This made CCA reach to a conclusion that there is no case of an acquisition of a dominant position in the market under consideration or any other market on the account of the proposed transaction.

What supports the merger according to CCA is that it is in compliance with regards to ‘Public Interest Considerations’ because the findings of the assessment revealed that the transaction is as a result of the need for a Business Rescue by the target enterprise. This is so because in the event that the proposed transaction fails, it will translate into the loss of the employment positions at the target business.

“On that note the Authority (CCA) found it necessary to ensure that the proposed merger does not result in any retrenchments or redundancies. In light of this, the assessment revealed the critical need to protect the employees of the merged entity from possible merger specific retrenchments/ redundancies,” said CCA.

Before making a determination that the recently proposed transaction is not likely to result in the prevention or substantial lessening of competition or endanger the continuity of the services offered in the relevant market, CCA said it then moved into a concern for public interest which is a protection enshrined in the Competition Act of 2018.

CCA’s concern was mostly loss of livelihood or employment by 126 Batswana workers at Jet stores, stating that possible retrenchments or redundancies may arise as a result of implementation of the proposed merger.

Much to the desire of trade union or labour movements in Botswana and across Southern Africa where the Jet stores are stemmed-who also raised concerns about the retail’s workers job security- CCA subjects Foschini to keep the target entity 126 workers.

“There shall be no merger specific retrenchments or redundancies that may affect the employees of the merged enterprises. For clarity, merger specific retrenchments or redundancies do not include (the list is not exhaustive): i. voluntary retrenchment and/or voluntary separation arrangements; ii. Voluntary early retirement packages; iii. Unreasonable refusals to be redeployed; iv. Resignations or retirements in the ordinary course of business; v. retrenchments lawfully effected for operational requirements unrelated to the Merger; and vi. Terminations in the ordinary course of business, including but not limited to, dismissals as a result of misconduct or poor performance,” said CCA.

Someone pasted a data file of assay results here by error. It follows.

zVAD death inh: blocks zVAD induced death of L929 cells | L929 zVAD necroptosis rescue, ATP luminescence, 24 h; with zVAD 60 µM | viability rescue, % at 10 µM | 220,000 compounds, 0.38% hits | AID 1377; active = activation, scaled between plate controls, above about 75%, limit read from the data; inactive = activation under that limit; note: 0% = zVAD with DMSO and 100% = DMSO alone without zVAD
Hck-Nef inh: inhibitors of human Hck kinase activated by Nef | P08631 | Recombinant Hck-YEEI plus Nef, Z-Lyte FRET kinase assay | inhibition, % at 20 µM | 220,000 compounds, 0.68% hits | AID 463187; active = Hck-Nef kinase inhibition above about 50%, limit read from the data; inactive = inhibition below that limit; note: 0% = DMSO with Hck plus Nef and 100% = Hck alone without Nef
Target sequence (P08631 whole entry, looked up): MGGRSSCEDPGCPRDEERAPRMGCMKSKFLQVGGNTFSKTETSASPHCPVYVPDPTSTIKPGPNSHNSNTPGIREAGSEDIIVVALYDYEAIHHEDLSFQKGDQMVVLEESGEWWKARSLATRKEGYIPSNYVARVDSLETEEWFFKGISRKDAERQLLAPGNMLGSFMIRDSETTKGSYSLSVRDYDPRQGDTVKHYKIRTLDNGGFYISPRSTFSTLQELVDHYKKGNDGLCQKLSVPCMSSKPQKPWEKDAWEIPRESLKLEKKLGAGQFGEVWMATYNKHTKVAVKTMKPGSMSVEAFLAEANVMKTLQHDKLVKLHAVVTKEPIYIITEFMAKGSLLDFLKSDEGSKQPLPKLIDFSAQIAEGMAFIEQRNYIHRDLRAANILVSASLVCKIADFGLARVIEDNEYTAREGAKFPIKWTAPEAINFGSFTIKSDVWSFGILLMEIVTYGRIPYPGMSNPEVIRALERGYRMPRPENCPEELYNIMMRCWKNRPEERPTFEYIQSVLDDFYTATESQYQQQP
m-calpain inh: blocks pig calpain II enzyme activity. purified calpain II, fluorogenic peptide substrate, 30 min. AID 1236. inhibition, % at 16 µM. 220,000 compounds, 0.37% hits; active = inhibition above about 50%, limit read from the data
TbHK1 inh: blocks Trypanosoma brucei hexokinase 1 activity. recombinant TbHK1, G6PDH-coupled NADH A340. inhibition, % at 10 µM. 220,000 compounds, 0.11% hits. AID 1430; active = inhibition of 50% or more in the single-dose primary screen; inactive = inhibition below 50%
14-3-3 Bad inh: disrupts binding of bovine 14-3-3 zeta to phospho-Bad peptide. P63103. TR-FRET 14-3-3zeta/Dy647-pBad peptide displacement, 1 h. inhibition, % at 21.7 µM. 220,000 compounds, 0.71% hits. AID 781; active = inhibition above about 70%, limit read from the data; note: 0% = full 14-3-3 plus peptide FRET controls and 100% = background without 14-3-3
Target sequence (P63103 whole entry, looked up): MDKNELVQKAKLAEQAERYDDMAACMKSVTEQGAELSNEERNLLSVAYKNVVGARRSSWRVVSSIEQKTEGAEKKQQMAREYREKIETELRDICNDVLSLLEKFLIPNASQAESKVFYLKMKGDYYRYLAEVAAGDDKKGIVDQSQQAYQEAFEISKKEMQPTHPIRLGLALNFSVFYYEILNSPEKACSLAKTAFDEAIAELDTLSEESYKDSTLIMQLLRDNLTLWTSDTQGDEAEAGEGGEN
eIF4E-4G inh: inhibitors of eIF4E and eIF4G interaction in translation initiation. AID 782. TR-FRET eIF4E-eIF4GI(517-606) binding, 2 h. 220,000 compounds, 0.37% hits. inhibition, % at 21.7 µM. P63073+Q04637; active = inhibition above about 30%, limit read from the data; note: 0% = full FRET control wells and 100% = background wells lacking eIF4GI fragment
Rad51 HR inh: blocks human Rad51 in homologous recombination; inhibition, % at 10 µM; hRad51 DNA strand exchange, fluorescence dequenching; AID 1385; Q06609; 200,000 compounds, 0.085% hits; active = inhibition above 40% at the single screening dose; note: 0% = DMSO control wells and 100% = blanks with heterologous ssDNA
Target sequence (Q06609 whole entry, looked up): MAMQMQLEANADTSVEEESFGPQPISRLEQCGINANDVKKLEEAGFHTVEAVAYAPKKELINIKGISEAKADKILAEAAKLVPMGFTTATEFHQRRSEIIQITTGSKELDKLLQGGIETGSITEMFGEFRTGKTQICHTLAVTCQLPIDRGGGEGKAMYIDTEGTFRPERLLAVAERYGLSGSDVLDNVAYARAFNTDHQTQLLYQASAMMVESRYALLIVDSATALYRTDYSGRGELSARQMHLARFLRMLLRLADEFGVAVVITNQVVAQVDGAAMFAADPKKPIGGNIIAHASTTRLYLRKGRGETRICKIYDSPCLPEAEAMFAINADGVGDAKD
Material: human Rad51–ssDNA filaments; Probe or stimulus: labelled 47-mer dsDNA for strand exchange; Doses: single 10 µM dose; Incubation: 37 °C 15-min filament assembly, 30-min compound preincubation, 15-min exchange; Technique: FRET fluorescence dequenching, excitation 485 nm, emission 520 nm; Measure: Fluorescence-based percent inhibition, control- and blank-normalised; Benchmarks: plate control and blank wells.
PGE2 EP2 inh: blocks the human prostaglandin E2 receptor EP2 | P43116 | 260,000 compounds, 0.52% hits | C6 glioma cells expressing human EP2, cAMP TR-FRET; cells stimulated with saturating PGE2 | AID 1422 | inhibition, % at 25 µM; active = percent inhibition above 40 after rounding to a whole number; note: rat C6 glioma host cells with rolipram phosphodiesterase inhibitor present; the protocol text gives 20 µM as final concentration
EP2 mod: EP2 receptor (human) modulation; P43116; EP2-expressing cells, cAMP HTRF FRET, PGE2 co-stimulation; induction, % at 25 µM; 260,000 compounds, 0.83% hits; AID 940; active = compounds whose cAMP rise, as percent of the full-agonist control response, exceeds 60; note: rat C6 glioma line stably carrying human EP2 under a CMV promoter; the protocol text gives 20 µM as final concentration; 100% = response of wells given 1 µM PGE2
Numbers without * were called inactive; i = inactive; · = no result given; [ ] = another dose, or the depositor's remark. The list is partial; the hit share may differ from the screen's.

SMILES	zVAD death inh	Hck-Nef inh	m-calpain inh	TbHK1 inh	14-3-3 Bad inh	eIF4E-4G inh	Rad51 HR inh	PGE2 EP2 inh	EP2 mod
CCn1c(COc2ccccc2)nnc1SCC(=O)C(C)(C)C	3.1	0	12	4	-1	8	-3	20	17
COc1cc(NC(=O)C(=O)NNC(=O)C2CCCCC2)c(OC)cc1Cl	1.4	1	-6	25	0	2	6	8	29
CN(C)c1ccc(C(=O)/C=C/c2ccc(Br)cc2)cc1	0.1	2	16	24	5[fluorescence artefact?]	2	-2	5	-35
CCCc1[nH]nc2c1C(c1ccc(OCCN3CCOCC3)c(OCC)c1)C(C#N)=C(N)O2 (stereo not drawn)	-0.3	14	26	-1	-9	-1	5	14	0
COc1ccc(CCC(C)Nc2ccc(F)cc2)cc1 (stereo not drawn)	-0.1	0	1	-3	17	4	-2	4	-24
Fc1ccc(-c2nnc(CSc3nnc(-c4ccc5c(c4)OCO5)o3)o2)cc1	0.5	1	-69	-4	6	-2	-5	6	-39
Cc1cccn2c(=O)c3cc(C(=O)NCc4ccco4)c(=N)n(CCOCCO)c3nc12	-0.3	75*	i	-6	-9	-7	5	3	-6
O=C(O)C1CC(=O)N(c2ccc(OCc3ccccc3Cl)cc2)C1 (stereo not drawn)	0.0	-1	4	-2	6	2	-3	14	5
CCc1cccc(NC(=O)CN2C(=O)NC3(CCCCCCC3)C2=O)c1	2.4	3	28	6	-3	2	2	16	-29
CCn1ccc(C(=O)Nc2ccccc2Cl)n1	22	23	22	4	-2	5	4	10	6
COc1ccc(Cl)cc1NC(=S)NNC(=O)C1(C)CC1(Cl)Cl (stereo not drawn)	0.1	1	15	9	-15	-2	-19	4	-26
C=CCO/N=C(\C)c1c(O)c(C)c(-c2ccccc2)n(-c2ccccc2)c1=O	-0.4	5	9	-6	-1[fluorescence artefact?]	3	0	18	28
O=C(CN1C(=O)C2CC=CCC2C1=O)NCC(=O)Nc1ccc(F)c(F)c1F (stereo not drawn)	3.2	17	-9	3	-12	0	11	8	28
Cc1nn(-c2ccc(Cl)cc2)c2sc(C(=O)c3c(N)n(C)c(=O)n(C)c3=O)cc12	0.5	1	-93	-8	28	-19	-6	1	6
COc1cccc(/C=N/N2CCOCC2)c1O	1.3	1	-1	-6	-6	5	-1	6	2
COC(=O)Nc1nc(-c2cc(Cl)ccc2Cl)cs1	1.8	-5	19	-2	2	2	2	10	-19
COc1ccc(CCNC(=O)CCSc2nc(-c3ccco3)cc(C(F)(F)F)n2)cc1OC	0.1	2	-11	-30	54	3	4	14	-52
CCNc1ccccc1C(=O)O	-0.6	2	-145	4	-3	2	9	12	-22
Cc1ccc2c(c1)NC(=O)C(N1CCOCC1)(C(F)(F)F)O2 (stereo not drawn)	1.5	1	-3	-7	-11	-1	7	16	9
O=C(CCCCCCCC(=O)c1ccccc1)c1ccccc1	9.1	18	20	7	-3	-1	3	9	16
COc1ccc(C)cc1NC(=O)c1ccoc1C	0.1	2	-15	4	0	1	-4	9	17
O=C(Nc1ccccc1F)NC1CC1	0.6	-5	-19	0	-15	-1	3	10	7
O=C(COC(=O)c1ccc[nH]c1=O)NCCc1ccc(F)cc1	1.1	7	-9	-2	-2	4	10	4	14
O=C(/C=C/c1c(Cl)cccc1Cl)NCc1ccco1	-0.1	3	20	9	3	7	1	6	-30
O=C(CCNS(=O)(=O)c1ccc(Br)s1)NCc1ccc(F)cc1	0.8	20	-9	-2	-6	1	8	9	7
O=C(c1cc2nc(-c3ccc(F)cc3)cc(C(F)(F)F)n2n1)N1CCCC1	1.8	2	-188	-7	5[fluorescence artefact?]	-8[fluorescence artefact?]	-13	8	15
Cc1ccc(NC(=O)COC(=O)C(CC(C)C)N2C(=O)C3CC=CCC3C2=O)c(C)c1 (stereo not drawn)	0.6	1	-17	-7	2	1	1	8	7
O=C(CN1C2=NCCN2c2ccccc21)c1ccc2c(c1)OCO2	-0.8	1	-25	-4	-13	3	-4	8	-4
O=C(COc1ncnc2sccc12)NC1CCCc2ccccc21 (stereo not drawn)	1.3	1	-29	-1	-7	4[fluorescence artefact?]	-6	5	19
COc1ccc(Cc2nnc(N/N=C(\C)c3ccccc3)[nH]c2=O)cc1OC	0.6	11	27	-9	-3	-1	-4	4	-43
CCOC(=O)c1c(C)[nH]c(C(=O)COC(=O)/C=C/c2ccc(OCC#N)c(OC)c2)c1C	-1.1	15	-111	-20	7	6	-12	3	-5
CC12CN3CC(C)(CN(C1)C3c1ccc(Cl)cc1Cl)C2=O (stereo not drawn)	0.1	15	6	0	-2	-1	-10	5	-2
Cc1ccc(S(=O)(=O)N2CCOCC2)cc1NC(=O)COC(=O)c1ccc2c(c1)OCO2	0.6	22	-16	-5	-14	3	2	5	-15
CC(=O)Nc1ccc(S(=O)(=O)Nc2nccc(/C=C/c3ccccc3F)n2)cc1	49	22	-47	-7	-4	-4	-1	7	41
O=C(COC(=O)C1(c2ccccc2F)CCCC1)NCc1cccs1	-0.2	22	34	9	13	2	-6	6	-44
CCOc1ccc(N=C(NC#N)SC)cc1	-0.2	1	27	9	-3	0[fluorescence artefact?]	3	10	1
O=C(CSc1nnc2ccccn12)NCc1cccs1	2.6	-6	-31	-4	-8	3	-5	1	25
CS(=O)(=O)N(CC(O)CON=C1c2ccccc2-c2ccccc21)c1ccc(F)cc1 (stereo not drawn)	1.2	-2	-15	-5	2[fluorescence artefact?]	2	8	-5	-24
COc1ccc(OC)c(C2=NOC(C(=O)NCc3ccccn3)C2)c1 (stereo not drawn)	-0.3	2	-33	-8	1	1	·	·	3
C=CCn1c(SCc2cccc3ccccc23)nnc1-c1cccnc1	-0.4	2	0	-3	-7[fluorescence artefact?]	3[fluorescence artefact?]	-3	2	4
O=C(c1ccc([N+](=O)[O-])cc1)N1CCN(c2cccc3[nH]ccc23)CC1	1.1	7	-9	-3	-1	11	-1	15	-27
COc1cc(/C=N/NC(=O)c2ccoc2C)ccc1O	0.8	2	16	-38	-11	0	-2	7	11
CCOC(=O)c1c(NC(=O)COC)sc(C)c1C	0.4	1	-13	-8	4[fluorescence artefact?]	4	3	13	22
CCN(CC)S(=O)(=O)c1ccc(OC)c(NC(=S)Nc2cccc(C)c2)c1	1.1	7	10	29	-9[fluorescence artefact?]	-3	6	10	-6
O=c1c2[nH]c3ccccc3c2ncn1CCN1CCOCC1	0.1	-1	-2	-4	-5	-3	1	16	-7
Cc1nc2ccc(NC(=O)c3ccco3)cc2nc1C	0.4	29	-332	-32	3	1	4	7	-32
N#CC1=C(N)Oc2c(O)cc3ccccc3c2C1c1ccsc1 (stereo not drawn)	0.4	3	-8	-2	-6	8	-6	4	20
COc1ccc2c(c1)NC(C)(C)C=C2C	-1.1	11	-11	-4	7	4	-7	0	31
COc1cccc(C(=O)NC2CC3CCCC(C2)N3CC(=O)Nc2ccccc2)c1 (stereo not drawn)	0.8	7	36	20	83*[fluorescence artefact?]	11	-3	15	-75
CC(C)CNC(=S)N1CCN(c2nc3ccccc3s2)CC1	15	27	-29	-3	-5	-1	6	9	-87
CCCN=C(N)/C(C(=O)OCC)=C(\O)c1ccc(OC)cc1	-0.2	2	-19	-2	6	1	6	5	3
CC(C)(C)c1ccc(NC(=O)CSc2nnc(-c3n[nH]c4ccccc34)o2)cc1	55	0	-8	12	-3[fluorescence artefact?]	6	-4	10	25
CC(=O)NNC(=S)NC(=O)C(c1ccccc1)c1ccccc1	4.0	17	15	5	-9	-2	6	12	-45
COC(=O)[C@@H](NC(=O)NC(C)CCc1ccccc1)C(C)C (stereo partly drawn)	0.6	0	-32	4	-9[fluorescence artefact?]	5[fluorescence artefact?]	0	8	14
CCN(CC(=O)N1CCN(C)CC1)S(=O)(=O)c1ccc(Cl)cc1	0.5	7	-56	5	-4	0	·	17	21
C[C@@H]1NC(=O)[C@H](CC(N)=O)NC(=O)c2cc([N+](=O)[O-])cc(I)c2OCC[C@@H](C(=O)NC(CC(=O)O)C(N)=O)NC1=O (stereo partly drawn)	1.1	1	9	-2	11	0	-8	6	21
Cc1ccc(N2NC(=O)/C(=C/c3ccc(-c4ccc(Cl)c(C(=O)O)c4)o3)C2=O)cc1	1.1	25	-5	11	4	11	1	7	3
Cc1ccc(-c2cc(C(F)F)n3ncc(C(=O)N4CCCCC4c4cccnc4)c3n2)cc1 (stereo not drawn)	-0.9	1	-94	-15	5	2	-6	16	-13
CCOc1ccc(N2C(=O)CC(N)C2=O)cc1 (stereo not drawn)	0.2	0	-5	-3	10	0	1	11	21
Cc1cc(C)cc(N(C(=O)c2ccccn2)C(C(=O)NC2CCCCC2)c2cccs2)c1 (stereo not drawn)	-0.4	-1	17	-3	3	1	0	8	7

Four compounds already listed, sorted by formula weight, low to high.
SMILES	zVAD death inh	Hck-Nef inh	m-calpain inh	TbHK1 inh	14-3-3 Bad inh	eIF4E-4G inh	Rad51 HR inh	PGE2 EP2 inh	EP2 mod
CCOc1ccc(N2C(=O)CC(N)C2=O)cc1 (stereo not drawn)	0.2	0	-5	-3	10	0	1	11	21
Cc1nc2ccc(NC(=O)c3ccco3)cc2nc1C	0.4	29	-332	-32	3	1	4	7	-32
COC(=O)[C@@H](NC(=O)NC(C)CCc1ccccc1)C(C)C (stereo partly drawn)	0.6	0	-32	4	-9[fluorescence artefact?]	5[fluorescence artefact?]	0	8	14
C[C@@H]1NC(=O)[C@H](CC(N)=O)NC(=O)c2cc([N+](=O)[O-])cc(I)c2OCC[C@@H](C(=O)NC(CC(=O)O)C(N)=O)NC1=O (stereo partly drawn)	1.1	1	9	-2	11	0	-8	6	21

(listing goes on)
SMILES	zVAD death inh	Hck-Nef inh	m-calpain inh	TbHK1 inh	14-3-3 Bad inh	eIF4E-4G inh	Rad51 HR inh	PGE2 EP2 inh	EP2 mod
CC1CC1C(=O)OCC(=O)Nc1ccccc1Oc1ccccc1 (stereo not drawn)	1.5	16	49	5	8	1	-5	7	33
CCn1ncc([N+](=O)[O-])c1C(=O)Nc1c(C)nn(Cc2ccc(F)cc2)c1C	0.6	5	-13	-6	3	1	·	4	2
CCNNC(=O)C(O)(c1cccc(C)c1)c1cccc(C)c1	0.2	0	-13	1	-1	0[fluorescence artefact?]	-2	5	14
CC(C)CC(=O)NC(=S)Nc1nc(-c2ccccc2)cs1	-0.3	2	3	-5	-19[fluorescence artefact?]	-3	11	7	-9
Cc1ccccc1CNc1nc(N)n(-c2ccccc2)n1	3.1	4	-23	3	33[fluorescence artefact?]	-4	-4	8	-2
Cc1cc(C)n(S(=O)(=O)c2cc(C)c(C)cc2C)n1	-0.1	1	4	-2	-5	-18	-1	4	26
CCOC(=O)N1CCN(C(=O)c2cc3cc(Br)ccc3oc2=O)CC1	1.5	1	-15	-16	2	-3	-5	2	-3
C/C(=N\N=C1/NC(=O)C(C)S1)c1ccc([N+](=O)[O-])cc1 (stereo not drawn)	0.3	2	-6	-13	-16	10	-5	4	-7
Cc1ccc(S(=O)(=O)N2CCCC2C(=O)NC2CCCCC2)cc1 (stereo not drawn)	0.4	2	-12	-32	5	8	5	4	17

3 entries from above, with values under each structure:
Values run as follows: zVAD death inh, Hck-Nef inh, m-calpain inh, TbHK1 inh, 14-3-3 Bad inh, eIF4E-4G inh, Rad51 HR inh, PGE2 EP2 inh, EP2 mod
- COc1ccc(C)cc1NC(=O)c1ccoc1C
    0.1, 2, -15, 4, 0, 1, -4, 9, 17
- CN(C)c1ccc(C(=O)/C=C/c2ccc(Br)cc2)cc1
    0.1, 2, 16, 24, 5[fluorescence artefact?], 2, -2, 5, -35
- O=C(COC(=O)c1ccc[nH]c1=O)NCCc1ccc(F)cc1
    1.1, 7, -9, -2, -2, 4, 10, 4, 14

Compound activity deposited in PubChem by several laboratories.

CCA also orders that Foschini informs it about all the details of 126 Jet employees within thirty (30) days of the merger approval date. CCA should also know information of when Foschini is implementing the merger, within 30 days of the approval date.

Other conditions include Foschini sharing a copy of the conditions of approval to all employees of the Jet or their respective representatives within ten (10) days of the approval date.

“Should vacancies arise in the target, the merged enterprise shall consider previous employment at one of the non-transferring Jet stores to be a positive factor to be taken into account in the consideration of offering potential employment,” said CCA.

According to CCA, in cases of any job losses, for the Authority to assess whether the retrenchments or redundancies are merger specific, at least three months before (to the extent that this deadline can be practically achieved and in terms of the prevailing and legally required employment practices) any retrenchments or redundancies are to take place, inform the Authority of:  i. The intended retrenchments; ii. The reasons for the retrenchments; iii. The number and categories of employees affected; iv. The expected date of the retrenchments.